In my painting I put in the sky first, and used standard masking tape to mask off the other areas. I also used Incredible White Mask liquid frisket to protect smaller areas. Keep your bottle turned upside down when not in use to prevent air from drying out the liquid. I use Curry's Series 2600 Round brushes , or H.J. series white Taklon for liquid frisket. These are relatively inexpensive and disposable. I clean them with a liquid mask cleaner. Protect the rest of your painting with paper and prepare your sky wash.
Sky wash
I did a trial wash first on a separate sheet of paper as this was a difficult area and I wanted to get the tonal values right. I first filled in the area with a clean wash of water, making sure the edges didn't collect too much surplus moisture. When it was almost dry I applied a wash of Antwerp Blue with a touch of Ultramarine Blue with a one inch brush. About a third of the way down I drastically thinned out the colour and then  added a light wash of Brown Madder to give me that early morning sunrise look. I carefully removed the masking tape using a small hairdryer to soften the glue, and gently lifted off the frisket in the mast area.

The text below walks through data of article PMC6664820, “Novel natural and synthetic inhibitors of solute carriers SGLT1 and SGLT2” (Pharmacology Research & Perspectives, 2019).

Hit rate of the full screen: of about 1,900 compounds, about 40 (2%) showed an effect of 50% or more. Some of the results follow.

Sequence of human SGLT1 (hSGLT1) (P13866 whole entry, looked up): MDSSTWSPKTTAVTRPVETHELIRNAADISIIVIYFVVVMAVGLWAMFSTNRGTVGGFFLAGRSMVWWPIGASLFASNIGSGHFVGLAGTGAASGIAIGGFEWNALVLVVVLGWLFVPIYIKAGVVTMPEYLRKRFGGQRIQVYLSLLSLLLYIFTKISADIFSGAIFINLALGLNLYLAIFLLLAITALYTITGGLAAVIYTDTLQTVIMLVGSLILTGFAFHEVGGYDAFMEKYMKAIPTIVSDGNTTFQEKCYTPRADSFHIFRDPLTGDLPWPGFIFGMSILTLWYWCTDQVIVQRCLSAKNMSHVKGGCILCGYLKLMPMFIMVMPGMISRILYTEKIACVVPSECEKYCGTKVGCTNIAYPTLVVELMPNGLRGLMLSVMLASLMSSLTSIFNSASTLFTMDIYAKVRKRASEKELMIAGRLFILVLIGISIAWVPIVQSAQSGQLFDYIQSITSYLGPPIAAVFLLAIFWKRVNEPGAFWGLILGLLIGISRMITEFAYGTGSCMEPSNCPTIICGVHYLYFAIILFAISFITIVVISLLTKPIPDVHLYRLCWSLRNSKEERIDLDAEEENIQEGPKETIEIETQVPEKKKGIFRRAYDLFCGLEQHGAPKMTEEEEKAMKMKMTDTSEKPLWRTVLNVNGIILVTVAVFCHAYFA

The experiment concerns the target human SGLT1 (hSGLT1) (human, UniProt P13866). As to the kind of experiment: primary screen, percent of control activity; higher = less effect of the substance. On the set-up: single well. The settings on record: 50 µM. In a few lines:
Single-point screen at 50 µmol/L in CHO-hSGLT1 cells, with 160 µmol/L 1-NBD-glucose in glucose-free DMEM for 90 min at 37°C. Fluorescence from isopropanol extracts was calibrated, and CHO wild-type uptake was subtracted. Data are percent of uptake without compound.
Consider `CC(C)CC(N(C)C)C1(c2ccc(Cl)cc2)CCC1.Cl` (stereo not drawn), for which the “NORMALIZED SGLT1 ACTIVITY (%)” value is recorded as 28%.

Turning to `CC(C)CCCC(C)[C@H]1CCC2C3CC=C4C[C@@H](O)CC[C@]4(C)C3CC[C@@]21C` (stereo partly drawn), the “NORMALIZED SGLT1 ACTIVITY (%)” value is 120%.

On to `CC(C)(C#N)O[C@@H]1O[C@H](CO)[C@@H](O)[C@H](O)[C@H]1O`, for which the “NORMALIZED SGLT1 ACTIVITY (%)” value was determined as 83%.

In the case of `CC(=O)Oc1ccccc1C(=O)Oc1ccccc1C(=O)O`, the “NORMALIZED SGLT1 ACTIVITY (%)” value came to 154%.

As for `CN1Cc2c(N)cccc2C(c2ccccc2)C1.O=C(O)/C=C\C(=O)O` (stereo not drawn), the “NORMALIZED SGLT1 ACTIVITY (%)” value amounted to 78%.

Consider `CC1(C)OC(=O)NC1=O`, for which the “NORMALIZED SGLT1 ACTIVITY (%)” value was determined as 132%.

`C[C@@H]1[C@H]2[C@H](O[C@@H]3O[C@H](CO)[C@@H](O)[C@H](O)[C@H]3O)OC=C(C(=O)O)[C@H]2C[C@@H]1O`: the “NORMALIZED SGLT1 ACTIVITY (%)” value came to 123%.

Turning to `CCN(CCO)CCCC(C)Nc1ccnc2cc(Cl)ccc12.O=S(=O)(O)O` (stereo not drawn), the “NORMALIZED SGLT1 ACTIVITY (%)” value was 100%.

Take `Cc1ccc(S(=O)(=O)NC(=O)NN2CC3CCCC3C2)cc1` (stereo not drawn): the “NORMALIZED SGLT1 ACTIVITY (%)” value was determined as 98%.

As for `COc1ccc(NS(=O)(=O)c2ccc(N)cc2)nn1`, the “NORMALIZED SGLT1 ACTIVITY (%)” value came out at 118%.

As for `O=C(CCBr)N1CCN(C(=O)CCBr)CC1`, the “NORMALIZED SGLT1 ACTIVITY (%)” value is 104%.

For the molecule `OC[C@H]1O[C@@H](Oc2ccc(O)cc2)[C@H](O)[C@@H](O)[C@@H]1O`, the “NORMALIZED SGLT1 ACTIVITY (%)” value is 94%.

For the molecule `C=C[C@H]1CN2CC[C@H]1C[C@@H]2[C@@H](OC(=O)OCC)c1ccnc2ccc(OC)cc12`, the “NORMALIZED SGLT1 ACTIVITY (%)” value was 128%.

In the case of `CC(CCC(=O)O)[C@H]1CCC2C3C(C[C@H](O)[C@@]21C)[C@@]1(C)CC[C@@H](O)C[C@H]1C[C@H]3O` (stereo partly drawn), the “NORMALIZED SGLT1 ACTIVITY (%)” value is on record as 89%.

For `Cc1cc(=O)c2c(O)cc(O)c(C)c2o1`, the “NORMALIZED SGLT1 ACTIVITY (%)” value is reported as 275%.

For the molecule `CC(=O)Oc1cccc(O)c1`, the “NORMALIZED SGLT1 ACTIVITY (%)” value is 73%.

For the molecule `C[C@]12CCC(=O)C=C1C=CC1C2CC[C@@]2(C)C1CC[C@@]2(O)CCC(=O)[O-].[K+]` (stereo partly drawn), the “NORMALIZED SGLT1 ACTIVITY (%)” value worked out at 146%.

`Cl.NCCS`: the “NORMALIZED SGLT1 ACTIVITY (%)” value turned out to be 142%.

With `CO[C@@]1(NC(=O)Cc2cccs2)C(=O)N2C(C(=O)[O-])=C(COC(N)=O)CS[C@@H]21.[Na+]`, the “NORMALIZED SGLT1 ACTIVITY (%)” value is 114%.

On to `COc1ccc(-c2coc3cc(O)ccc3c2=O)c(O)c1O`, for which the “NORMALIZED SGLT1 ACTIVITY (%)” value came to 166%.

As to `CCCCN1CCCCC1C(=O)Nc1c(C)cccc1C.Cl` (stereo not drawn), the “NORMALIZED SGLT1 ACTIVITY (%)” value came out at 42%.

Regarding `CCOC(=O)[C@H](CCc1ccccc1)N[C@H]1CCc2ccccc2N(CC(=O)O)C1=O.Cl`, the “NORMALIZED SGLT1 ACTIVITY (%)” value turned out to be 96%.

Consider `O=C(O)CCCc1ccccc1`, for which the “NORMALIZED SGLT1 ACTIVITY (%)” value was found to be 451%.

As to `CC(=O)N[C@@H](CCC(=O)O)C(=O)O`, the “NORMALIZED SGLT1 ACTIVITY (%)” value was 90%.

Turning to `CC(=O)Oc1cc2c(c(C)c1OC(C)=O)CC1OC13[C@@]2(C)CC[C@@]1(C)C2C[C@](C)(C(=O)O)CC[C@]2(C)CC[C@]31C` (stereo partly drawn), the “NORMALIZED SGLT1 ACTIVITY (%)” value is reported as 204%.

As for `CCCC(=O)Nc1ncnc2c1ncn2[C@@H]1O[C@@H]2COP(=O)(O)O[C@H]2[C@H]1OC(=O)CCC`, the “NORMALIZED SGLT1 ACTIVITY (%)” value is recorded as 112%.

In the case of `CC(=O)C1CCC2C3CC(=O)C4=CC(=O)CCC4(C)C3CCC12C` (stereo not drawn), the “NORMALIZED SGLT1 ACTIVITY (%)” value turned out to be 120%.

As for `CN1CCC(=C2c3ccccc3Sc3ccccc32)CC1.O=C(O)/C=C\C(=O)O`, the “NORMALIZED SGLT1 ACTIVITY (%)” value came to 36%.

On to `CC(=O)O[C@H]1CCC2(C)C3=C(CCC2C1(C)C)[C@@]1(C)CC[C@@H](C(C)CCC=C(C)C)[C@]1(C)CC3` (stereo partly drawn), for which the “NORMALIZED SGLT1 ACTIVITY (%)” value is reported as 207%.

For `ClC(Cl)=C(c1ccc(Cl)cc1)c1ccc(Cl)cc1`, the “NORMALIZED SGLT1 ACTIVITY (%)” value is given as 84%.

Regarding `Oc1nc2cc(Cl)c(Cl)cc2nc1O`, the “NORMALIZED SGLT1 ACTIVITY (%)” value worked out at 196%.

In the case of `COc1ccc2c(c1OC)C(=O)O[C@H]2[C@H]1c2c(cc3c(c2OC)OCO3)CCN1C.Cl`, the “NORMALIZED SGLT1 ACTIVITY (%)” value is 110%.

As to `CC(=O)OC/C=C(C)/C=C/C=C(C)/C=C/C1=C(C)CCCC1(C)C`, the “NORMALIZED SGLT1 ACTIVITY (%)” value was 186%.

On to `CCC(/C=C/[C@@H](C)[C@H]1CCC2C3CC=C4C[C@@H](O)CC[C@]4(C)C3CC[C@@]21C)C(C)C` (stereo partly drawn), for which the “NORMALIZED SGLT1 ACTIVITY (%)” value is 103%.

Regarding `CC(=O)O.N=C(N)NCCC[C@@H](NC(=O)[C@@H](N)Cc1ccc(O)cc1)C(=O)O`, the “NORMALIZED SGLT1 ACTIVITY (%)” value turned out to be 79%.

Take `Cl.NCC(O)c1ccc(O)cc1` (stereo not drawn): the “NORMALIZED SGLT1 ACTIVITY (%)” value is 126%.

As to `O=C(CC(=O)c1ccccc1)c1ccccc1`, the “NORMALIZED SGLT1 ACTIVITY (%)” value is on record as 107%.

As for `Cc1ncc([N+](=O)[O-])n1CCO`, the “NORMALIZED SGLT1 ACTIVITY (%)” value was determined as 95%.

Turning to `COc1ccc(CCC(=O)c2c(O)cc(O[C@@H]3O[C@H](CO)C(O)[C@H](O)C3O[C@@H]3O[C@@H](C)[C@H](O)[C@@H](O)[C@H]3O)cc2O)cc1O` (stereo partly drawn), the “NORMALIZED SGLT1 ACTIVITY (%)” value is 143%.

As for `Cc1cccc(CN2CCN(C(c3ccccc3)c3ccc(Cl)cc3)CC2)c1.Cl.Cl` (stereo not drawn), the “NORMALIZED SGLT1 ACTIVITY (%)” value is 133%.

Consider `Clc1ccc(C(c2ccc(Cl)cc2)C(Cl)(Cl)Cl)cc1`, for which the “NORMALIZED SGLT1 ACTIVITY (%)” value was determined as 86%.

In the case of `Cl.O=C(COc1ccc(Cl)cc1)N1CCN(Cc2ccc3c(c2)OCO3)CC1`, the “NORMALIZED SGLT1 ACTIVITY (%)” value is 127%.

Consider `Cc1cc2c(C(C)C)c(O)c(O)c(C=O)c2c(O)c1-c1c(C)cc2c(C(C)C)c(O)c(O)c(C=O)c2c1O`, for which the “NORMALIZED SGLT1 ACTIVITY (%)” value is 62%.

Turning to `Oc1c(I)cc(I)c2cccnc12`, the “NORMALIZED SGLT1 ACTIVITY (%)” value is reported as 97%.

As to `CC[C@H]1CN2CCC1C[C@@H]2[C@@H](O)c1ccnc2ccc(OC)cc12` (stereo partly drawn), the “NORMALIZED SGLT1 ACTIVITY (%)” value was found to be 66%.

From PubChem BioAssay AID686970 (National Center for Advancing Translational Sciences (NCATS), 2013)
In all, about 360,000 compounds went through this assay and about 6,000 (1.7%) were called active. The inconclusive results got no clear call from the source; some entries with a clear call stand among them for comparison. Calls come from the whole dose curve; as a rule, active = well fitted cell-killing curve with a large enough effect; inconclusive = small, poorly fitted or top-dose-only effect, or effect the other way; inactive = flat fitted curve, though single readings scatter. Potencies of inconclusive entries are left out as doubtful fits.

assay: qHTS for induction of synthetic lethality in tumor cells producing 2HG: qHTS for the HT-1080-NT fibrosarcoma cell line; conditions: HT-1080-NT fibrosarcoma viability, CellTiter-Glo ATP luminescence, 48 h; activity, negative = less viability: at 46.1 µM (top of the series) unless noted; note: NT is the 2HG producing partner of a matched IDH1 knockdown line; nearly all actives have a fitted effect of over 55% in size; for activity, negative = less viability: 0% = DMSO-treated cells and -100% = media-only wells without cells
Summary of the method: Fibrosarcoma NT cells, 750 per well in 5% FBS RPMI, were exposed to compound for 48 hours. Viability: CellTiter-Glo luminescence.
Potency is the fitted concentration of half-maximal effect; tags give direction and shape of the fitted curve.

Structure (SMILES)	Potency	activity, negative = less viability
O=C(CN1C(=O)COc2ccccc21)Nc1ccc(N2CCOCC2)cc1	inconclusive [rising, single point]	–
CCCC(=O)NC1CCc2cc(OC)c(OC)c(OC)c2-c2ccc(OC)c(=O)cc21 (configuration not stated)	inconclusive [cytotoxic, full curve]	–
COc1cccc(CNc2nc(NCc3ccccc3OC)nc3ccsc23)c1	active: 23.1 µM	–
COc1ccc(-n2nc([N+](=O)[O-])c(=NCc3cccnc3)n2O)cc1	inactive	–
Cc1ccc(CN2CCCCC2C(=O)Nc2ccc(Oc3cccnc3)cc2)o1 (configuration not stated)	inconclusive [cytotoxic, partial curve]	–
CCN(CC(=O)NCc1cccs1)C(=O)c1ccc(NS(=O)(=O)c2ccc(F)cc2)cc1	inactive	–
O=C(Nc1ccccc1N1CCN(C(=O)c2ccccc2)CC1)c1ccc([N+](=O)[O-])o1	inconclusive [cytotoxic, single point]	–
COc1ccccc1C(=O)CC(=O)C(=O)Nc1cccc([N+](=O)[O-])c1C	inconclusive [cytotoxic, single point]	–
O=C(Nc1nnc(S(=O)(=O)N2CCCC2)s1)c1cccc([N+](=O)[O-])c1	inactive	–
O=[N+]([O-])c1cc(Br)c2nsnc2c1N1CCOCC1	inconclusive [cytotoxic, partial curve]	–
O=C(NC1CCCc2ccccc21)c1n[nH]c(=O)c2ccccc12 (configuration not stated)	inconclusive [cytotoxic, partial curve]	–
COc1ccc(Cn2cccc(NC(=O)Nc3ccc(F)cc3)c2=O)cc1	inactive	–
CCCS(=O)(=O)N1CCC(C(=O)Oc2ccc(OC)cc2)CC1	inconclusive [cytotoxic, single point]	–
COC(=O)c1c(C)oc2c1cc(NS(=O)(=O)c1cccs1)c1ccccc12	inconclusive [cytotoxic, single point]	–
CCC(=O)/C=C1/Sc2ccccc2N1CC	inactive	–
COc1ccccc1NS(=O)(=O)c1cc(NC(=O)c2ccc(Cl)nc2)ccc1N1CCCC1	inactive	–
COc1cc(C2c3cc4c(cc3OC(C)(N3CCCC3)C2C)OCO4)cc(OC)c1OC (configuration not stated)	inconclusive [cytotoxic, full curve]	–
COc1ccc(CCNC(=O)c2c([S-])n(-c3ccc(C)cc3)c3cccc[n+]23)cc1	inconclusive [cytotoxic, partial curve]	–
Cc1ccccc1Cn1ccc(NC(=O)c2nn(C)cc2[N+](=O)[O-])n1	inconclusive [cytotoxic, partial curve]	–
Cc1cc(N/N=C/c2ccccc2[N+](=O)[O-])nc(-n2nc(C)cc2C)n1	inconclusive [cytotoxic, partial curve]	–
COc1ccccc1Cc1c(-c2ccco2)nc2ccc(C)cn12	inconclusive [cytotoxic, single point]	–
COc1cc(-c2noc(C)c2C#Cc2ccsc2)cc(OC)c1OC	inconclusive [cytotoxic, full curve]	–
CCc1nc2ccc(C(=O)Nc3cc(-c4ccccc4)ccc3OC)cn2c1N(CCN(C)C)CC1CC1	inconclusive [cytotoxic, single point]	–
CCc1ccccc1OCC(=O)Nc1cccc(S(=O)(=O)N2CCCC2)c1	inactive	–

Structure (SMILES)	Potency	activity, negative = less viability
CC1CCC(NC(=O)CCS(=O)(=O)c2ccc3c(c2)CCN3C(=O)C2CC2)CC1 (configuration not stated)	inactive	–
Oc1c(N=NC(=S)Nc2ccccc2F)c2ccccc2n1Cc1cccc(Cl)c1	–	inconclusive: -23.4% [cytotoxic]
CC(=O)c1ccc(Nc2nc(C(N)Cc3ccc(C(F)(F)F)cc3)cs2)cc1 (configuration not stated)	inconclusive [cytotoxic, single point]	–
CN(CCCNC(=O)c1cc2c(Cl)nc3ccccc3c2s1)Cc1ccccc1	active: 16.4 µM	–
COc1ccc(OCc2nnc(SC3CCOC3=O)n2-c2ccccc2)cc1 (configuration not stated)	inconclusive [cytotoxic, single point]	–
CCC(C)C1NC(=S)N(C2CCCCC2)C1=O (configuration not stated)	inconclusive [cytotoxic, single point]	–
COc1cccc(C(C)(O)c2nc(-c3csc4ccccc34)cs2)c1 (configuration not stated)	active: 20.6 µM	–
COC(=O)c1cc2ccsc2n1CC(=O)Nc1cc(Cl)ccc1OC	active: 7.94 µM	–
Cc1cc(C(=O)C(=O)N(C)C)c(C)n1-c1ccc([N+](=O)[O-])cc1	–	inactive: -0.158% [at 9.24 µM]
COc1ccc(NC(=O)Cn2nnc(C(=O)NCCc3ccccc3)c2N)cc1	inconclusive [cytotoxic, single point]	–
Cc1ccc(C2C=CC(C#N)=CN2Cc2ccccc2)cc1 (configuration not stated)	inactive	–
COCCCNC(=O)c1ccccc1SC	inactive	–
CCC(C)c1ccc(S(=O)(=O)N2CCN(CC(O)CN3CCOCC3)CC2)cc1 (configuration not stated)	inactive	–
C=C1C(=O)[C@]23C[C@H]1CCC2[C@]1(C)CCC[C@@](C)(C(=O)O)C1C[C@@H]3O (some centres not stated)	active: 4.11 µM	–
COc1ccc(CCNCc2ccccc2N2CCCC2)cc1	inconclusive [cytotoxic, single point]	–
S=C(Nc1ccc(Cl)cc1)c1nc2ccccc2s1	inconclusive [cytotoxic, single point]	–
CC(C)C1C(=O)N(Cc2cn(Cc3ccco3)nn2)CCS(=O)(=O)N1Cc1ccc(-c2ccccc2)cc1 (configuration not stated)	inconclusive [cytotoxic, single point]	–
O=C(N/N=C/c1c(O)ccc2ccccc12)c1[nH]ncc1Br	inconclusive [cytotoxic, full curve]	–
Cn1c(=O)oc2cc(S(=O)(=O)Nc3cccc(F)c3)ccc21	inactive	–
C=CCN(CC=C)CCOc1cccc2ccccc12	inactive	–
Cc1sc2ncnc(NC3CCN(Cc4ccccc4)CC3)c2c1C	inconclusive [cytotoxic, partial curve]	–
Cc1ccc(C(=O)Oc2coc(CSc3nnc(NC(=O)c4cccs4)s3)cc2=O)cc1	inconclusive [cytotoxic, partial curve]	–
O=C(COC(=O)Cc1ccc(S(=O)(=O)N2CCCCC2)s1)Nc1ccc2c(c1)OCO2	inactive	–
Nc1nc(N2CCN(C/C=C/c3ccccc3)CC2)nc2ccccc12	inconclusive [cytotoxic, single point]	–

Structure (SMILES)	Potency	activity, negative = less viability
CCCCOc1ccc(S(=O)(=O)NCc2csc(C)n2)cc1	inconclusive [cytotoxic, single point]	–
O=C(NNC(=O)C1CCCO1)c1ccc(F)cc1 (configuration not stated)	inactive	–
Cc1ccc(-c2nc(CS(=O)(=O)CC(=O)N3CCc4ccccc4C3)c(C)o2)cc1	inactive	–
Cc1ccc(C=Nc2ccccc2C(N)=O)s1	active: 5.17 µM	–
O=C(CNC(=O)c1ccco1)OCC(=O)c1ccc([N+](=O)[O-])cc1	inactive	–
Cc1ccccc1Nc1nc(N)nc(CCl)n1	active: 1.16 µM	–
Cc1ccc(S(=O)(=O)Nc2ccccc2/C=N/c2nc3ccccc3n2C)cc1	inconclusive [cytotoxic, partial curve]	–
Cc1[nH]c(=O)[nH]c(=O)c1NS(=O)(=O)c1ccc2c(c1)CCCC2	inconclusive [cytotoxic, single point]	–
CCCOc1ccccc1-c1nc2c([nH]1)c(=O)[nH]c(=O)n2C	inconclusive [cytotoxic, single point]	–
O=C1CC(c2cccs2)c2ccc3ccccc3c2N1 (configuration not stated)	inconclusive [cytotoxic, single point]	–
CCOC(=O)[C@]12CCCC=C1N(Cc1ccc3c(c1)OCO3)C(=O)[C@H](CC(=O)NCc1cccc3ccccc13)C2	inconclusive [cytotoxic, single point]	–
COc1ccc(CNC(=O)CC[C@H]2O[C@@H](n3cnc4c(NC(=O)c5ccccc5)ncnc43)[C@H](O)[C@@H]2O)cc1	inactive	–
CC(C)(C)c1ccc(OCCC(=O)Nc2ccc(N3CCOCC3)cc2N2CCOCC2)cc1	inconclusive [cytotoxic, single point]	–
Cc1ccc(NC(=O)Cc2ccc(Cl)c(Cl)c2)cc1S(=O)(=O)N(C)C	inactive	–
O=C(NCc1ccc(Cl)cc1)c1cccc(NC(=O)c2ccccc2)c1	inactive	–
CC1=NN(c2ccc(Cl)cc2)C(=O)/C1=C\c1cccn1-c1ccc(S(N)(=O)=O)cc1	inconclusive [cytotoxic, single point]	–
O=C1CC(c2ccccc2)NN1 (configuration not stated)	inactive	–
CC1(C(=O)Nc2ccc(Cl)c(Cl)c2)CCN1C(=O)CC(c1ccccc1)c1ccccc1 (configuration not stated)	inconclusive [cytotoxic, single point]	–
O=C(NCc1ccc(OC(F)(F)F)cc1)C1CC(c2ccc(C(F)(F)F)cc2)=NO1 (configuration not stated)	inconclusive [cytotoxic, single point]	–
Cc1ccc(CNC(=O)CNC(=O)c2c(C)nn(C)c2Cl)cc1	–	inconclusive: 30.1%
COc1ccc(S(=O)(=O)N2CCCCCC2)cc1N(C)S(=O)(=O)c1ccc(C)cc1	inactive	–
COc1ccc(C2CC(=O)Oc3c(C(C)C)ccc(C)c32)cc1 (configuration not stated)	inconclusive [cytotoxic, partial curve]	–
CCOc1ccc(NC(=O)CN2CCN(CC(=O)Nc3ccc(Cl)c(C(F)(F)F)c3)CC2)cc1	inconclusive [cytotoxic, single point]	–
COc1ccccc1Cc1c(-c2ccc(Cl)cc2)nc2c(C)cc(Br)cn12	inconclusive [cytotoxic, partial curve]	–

Painting the details
You can use your photograph as a starting point, or pay close attention to the details. It's up to you. I always begin with the centre of interest, and as my old art instructor used to say "If you screw that up you don't have to waste a lot of time!" I began with the mast details, using a rigger brush to put in the boat's lines. Keep your painting covered up when working on specific areas to keep it clean, but remove everything and step back periodically. I then painted in the cabin and main part of the boat. For the whites I use an almost invisible pale mixture of blue, or for warm afternoon shots a very pale yellow.
Introducing the mat
Now it's time to reward yourself! Placing the mat over your painting gives it an immediate lift. It seems to enhance the colours and makes you realize how far you've come. I do this at many stages of my paintings, and it never fails to re-motivate me to carry on. Maybe this one will be the award-winner, or at least hang in the living room.
The pilings